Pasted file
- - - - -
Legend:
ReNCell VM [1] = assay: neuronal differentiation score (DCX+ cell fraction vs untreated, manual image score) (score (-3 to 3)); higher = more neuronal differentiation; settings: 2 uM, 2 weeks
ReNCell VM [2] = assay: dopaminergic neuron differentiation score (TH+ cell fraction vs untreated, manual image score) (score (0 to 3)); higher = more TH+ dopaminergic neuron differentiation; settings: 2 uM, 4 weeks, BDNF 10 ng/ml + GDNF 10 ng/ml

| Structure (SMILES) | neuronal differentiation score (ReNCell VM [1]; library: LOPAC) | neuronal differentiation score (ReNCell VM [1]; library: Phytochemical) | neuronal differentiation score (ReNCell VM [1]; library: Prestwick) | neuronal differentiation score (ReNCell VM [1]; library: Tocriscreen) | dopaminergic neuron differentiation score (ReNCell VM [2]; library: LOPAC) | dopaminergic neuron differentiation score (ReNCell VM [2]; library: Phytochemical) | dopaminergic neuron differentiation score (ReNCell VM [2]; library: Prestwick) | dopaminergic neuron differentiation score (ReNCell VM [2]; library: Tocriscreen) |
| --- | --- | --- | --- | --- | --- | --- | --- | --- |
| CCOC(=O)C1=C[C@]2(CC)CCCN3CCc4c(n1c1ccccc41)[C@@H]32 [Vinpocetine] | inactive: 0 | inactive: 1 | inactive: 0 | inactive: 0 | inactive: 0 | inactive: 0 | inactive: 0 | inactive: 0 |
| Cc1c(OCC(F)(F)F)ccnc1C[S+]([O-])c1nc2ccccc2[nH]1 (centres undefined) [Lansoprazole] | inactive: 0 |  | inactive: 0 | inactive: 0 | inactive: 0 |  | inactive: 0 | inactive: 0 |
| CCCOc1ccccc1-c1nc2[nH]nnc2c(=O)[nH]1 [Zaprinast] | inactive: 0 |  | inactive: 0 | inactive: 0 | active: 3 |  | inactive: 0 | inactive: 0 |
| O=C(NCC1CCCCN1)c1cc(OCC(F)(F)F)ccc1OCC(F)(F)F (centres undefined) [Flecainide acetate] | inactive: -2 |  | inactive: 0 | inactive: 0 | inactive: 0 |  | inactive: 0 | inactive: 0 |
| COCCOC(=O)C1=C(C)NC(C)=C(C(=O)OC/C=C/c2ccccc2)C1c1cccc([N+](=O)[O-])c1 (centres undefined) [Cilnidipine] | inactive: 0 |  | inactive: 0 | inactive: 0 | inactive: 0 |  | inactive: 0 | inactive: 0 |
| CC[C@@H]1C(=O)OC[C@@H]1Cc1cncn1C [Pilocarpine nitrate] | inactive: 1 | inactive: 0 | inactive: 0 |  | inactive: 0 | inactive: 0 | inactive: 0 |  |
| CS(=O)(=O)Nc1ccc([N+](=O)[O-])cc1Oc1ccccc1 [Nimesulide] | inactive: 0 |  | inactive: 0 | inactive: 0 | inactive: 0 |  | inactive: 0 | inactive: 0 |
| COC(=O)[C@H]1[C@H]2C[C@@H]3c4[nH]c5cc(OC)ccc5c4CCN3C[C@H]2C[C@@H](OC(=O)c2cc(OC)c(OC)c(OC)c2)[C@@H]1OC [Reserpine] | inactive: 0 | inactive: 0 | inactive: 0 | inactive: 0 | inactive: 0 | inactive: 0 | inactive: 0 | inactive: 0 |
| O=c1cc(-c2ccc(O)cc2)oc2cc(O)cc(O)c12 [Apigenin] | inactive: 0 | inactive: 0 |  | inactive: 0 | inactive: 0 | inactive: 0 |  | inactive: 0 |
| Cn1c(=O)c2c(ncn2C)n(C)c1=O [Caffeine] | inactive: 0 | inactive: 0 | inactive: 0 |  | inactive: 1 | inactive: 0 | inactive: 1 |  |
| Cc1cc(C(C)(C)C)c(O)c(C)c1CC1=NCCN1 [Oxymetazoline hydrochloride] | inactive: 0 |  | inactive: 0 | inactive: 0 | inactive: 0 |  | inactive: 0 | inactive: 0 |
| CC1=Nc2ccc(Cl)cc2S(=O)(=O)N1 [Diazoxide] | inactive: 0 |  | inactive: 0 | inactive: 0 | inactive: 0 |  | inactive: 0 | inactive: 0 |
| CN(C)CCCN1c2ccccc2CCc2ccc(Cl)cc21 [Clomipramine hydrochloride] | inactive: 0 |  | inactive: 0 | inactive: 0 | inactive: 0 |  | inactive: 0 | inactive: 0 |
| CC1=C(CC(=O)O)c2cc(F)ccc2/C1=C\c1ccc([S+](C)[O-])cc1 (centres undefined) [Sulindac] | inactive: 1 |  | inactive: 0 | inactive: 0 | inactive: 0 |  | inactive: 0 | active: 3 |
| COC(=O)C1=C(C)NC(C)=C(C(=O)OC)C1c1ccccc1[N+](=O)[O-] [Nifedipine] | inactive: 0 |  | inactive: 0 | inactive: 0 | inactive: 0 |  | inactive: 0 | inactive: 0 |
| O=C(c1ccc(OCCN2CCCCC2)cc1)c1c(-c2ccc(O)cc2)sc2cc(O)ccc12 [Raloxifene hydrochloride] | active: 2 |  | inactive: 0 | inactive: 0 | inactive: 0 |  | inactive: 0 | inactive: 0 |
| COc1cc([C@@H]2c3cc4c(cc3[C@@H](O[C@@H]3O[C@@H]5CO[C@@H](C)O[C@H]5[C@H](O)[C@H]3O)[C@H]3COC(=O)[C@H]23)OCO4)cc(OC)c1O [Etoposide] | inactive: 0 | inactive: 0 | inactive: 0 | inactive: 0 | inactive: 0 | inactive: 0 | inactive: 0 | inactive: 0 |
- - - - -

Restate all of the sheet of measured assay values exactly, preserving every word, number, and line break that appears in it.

Legend:
ReNCell VM [1] = assay: neuronal differentiation score (DCX+ cell fraction vs untreated, manual image score) (score (-3 to 3)); higher = more neuronal differentiation; settings: 2 uM, 2 weeks
ReNCell VM [2] = assay: dopaminergic neuron differentiation score (TH+ cell fraction vs untreated, manual image score) (score (0 to 3)); higher = more TH+ dopaminergic neuron differentiation; settings: 2 uM, 4 weeks, BDNF 10 ng/ml + GDNF 10 ng/ml

| Structure (SMILES) | neuronal differentiation score (ReNCell VM [1]; library: LOPAC) | neuronal differentiation score (ReNCell VM [1]; library: Phytochemical) | neuronal differentiation score (ReNCell VM [1]; library: Prestwick) | neuronal differentiation score (ReNCell VM [1]; library: Tocriscreen) | dopaminergic neuron differentiation score (ReNCell VM [2]; library: LOPAC) | dopaminergic neuron differentiation score (ReNCell VM [2]; library: Phytochemical) | dopaminergic neuron differentiation score (ReNCell VM [2]; library: Prestwick) | dopaminergic neuron differentiation score (ReNCell VM [2]; library: Tocriscreen) |
| --- | --- | --- | --- | --- | --- | --- | --- | --- |
| CCOC(=O)C1=C[C@]2(CC)CCCN3CCc4c(n1c1ccccc41)[C@@H]32 [Vinpocetine] | inactive: 0 | inactive: 1 | inactive: 0 | inactive: 0 | inactive: 0 | inactive: 0 | inactive: 0 | inactive: 0 |
| Cc1c(OCC(F)(F)F)ccnc1C[S+]([O-])c1nc2ccccc2[nH]1 (centres undefined) [Lansoprazole] | inactive: 0 |  | inactive: 0 | inactive: 0 | inactive: 0 |  | inactive: 0 | inactive: 0 |
| CCCOc1ccccc1-c1nc2[nH]nnc2c(=O)[nH]1 [Zaprinast] | inactive: 0 |  | inactive: 0 | inactive: 0 | active: 3 |  | inactive: 0 | inactive: 0 |
| O=C(NCC1CCCCN1)c1cc(OCC(F)(F)F)ccc1OCC(F)(F)F (centres undefined) [Flecainide acetate] | inactive: -2 |  | inactive: 0 | inactive: 0 | inactive: 0 |  | inactive: 0 | inactive: 0 |
| COCCOC(=O)C1=C(C)NC(C)=C(C(=O)OC/C=C/c2ccccc2)C1c1cccc([N+](=O)[O-])c1 (centres undefined) [Cilnidipine] | inactive: 0 |  | inactive: 0 | inactive: 0 | inactive: 0 |  | inactive: 0 | inactive: 0 |
| CC[C@@H]1C(=O)OC[C@@H]1Cc1cncn1C [Pilocarpine nitrate] | inactive: 1 | inactive: 0 | inactive: 0 |  | inactive: 0 | inactive: 0 | inactive: 0 |  |
| CS(=O)(=O)Nc1ccc([N+](=O)[O-])cc1Oc1ccccc1 [Nimesulide] | inactive: 0 |  | inactive: 0 | inactive: 0 | inactive: 0 |  | inactive: 0 | inactive: 0 |
| COC(=O)[C@H]1[C@H]2C[C@@H]3c4[nH]c5cc(OC)ccc5c4CCN3C[C@H]2C[C@@H](OC(=O)c2cc(OC)c(OC)c(OC)c2)[C@@H]1OC [Reserpine] | inactive: 0 | inactive: 0 | inactive: 0 | inactive: 0 | inactive: 0 | inactive: 0 | inactive: 0 | inactive: 0 |
| O=c1cc(-c2ccc(O)cc2)oc2cc(O)cc(O)c12 [Apigenin] | inactive: 0 | inactive: 0 |  | inactive: 0 | inactive: 0 | inactive: 0 |  | inactive: 0 |
| Cn1c(=O)c2c(ncn2C)n(C)c1=O [Caffeine] | inactive: 0 | inactive: 0 | inactive: 0 |  | inactive: 1 | inactive: 0 | inactive: 1 |  |
| Cc1cc(C(C)(C)C)c(O)c(C)c1CC1=NCCN1 [Oxymetazoline hydrochloride] | inactive: 0 |  | inactive: 0 | inactive: 0 | inactive: 0 |  | inactive: 0 | inactive: 0 |
| CC1=Nc2ccc(Cl)cc2S(=O)(=O)N1 [Diazoxide] | inactive: 0 |  | inactive: 0 | inactive: 0 | inactive: 0 |  | inactive: 0 | inactive: 0 |
| CN(C)CCCN1c2ccccc2CCc2ccc(Cl)cc21 [Clomipramine hydrochloride] | inactive: 0 |  | inactive: 0 | inactive: 0 | inactive: 0 |  | inactive: 0 | inactive: 0 |
| CC1=C(CC(=O)O)c2cc(F)ccc2/C1=C\c1ccc([S+](C)[O-])cc1 (centres undefined) [Sulindac] | inactive: 1 |  | inactive: 0 | inactive: 0 | inactive: 0 |  | inactive: 0 | active: 3 |
| COC(=O)C1=C(C)NC(C)=C(C(=O)OC)C1c1ccccc1[N+](=O)[O-] [Nifedipine] | inactive: 0 |  | inactive: 0 | inactive: 0 | inactive: 0 |  | inactive: 0 | inactive: 0 |
| O=C(c1ccc(OCCN2CCCCC2)cc1)c1c(-c2ccc(O)cc2)sc2cc(O)ccc12 [Raloxifene hydrochloride] | active: 2 |  | inactive: 0 | inactive: 0 | inactive: 0 |  | inactive: 0 | inactive: 0 |
| COc1cc([C@@H]2c3cc4c(cc3[C@@H](O[C@@H]3O[C@@H]5CO[C@@H](C)O[C@H]5[C@H](O)[C@H]3O)[C@H]3COC(=O)[C@H]23)OCO4)cc(OC)c1O [Etoposide] | inactive: 0 | inactive: 0 | inactive: 0 | inactive: 0 | inactive: 0 | inactive: 0 | inactive: 0 | inactive: 0 |